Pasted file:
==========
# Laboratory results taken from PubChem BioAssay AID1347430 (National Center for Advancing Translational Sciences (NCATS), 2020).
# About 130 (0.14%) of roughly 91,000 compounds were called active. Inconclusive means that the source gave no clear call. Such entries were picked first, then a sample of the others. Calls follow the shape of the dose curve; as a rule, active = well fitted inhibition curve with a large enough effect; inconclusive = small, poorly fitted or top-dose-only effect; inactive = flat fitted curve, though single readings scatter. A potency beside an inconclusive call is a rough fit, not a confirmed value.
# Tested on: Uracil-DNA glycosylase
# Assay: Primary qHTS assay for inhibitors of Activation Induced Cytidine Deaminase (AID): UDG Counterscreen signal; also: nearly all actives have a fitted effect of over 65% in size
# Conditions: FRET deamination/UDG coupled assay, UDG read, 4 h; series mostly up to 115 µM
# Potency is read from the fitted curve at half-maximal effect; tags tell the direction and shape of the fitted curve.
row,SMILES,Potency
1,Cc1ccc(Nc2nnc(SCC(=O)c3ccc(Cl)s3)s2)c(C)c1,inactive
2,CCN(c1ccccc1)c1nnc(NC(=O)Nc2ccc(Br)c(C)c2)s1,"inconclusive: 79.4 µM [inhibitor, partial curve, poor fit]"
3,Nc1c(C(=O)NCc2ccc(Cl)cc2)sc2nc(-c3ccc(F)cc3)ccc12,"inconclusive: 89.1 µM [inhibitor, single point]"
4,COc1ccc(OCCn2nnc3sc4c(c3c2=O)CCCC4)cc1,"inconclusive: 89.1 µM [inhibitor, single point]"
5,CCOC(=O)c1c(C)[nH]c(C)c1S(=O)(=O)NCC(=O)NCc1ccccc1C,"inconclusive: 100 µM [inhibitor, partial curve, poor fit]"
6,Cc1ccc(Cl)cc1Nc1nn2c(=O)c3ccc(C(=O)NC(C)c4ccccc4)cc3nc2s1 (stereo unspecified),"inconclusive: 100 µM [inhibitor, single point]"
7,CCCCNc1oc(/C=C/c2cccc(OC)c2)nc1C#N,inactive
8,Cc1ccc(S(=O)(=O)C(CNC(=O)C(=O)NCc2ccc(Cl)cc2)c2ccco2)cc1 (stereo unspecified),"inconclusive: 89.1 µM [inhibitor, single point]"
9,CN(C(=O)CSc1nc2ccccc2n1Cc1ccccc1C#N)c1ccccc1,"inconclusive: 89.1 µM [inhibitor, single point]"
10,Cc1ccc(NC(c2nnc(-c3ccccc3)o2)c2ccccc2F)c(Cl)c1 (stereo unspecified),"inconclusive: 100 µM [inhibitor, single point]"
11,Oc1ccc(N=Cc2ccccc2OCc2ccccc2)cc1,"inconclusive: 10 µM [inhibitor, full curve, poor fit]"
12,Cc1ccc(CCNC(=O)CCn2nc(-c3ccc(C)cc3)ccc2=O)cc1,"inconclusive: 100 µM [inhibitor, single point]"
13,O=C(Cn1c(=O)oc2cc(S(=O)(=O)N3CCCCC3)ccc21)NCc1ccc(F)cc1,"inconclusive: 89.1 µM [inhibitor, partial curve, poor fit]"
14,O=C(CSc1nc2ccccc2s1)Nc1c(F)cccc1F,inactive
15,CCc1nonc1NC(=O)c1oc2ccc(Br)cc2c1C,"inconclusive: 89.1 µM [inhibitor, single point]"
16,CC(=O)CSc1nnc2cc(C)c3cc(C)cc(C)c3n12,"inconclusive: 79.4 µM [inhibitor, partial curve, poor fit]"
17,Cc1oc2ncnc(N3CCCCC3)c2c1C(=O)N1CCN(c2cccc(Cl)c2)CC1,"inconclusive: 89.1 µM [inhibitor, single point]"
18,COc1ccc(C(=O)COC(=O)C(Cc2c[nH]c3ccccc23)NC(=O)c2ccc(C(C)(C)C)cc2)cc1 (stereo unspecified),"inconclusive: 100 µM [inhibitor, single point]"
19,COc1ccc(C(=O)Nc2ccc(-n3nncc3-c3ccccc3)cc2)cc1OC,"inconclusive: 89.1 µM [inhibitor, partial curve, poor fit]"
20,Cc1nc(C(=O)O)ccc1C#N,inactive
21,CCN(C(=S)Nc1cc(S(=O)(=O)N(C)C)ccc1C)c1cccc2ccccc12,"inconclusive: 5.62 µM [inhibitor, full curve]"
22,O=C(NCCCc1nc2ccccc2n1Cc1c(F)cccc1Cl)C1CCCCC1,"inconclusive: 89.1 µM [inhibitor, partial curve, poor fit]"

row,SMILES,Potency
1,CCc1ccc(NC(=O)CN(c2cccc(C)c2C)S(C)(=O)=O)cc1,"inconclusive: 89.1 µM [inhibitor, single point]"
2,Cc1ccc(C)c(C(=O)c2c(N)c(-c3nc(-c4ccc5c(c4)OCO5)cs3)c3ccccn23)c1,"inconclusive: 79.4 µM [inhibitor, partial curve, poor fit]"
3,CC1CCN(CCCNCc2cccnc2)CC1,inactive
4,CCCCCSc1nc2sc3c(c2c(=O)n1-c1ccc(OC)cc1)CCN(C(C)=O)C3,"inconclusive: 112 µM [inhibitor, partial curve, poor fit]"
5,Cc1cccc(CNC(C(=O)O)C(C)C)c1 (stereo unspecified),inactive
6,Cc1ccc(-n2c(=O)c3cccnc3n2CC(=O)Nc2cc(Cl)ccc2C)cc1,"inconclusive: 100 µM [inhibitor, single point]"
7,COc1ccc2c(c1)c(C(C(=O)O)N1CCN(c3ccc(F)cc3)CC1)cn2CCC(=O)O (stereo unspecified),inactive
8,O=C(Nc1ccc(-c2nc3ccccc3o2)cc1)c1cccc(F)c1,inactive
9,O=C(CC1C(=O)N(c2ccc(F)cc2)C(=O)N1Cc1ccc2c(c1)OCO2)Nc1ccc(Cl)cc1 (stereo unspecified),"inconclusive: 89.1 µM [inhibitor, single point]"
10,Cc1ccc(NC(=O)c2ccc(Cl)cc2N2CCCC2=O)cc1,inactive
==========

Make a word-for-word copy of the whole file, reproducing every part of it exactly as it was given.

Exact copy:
# Laboratory results taken from PubChem BioAssay AID1347430 (National Center for Advancing Translational Sciences (NCATS), 2020).
# About 130 (0.14%) of roughly 91,000 compounds were called active. Inconclusive means that the source gave no clear call. Such entries were picked first, then a sample of the others. Calls follow the shape of the dose curve; as a rule, active = well fitted inhibition curve with a large enough effect; inconclusive = small, poorly fitted or top-dose-only effect; inactive = flat fitted curve, though single readings scatter. A potency beside an inconclusive call is a rough fit, not a confirmed value.
# Tested on: Uracil-DNA glycosylase
# Assay: Primary qHTS assay for inhibitors of Activation Induced Cytidine Deaminase (AID): UDG Counterscreen signal; also: nearly all actives have a fitted effect of over 65% in size
# Conditions: FRET deamination/UDG coupled assay, UDG read, 4 h; series mostly up to 115 µM
# Potency is read from the fitted curve at half-maximal effect; tags tell the direction and shape of the fitted curve.
row,SMILES,Potency
1,Cc1ccc(Nc2nnc(SCC(=O)c3ccc(Cl)s3)s2)c(C)c1,inactive
2,CCN(c1ccccc1)c1nnc(NC(=O)Nc2ccc(Br)c(C)c2)s1,"inconclusive: 79.4 µM [inhibitor, partial curve, poor fit]"
3,Nc1c(C(=O)NCc2ccc(Cl)cc2)sc2nc(-c3ccc(F)cc3)ccc12,"inconclusive: 89.1 µM [inhibitor, single point]"
4,COc1ccc(OCCn2nnc3sc4c(c3c2=O)CCCC4)cc1,"inconclusive: 89.1 µM [inhibitor, single point]"
5,CCOC(=O)c1c(C)[nH]c(C)c1S(=O)(=O)NCC(=O)NCc1ccccc1C,"inconclusive: 100 µM [inhibitor, partial curve, poor fit]"
6,Cc1ccc(Cl)cc1Nc1nn2c(=O)c3ccc(C(=O)NC(C)c4ccccc4)cc3nc2s1 (stereo unspecified),"inconclusive: 100 µM [inhibitor, single point]"
7,CCCCNc1oc(/C=C/c2cccc(OC)c2)nc1C#N,inactive
8,Cc1ccc(S(=O)(=O)C(CNC(=O)C(=O)NCc2ccc(Cl)cc2)c2ccco2)cc1 (stereo unspecified),"inconclusive: 89.1 µM [inhibitor, single point]"
9,CN(C(=O)CSc1nc2ccccc2n1Cc1ccccc1C#N)c1ccccc1,"inconclusive: 89.1 µM [inhibitor, single point]"
10,Cc1ccc(NC(c2nnc(-c3ccccc3)o2)c2ccccc2F)c(Cl)c1 (stereo unspecified),"inconclusive: 100 µM [inhibitor, single point]"
11,Oc1ccc(N=Cc2ccccc2OCc2ccccc2)cc1,"inconclusive: 10 µM [inhibitor, full curve, poor fit]"
12,Cc1ccc(CCNC(=O)CCn2nc(-c3ccc(C)cc3)ccc2=O)cc1,"inconclusive: 100 µM [inhibitor, single point]"
13,O=C(Cn1c(=O)oc2cc(S(=O)(=O)N3CCCCC3)ccc21)NCc1ccc(F)cc1,"inconclusive: 89.1 µM [inhibitor, partial curve, poor fit]"
14,O=C(CSc1nc2ccccc2s1)Nc1c(F)cccc1F,inactive
15,CCc1nonc1NC(=O)c1oc2ccc(Br)cc2c1C,"inconclusive: 89.1 µM [inhibitor, single point]"
16,CC(=O)CSc1nnc2cc(C)c3cc(C)cc(C)c3n12,"inconclusive: 79.4 µM [inhibitor, partial curve, poor fit]"
17,Cc1oc2ncnc(N3CCCCC3)c2c1C(=O)N1CCN(c2cccc(Cl)c2)CC1,"inconclusive: 89.1 µM [inhibitor, single point]"
18,COc1ccc(C(=O)COC(=O)C(Cc2c[nH]c3ccccc23)NC(=O)c2ccc(C(C)(C)C)cc2)cc1 (stereo unspecified),"inconclusive: 100 µM [inhibitor, single point]"
19,COc1ccc(C(=O)Nc2ccc(-n3nncc3-c3ccccc3)cc2)cc1OC,"inconclusive: 89.1 µM [inhibitor, partial curve, poor fit]"
20,Cc1nc(C(=O)O)ccc1C#N,inactive
21,CCN(C(=S)Nc1cc(S(=O)(=O)N(C)C)ccc1C)c1cccc2ccccc12,"inconclusive: 5.62 µM [inhibitor, full curve]"
22,O=C(NCCCc1nc2ccccc2n1Cc1c(F)cccc1Cl)C1CCCCC1,"inconclusive: 89.1 µM [inhibitor, partial curve, poor fit]"

row,SMILES,Potency
1,CCc1ccc(NC(=O)CN(c2cccc(C)c2C)S(C)(=O)=O)cc1,"inconclusive: 89.1 µM [inhibitor, single point]"
2,Cc1ccc(C)c(C(=O)c2c(N)c(-c3nc(-c4ccc5c(c4)OCO5)cs3)c3ccccn23)c1,"inconclusive: 79.4 µM [inhibitor, partial curve, poor fit]"
3,CC1CCN(CCCNCc2cccnc2)CC1,inactive
4,CCCCCSc1nc2sc3c(c2c(=O)n1-c1ccc(OC)cc1)CCN(C(C)=O)C3,"inconclusive: 112 µM [inhibitor, partial curve, poor fit]"
5,Cc1cccc(CNC(C(=O)O)C(C)C)c1 (stereo unspecified),inactive
6,Cc1ccc(-n2c(=O)c3cccnc3n2CC(=O)Nc2cc(Cl)ccc2C)cc1,"inconclusive: 100 µM [inhibitor, single point]"
7,COc1ccc2c(c1)c(C(C(=O)O)N1CCN(c3ccc(F)cc3)CC1)cn2CCC(=O)O (stereo unspecified),inactive
8,O=C(Nc1ccc(-c2nc3ccccc3o2)cc1)c1cccc(F)c1,inactive
9,O=C(CC1C(=O)N(c2ccc(F)cc2)C(=O)N1Cc1ccc2c(c1)OCO2)Nc1ccc(Cl)cc1 (stereo unspecified),"inconclusive: 89.1 µM [inhibitor, single point]"
10,Cc1ccc(NC(=O)c2ccc(Cl)cc2N2CCCC2=O)cc1,inactive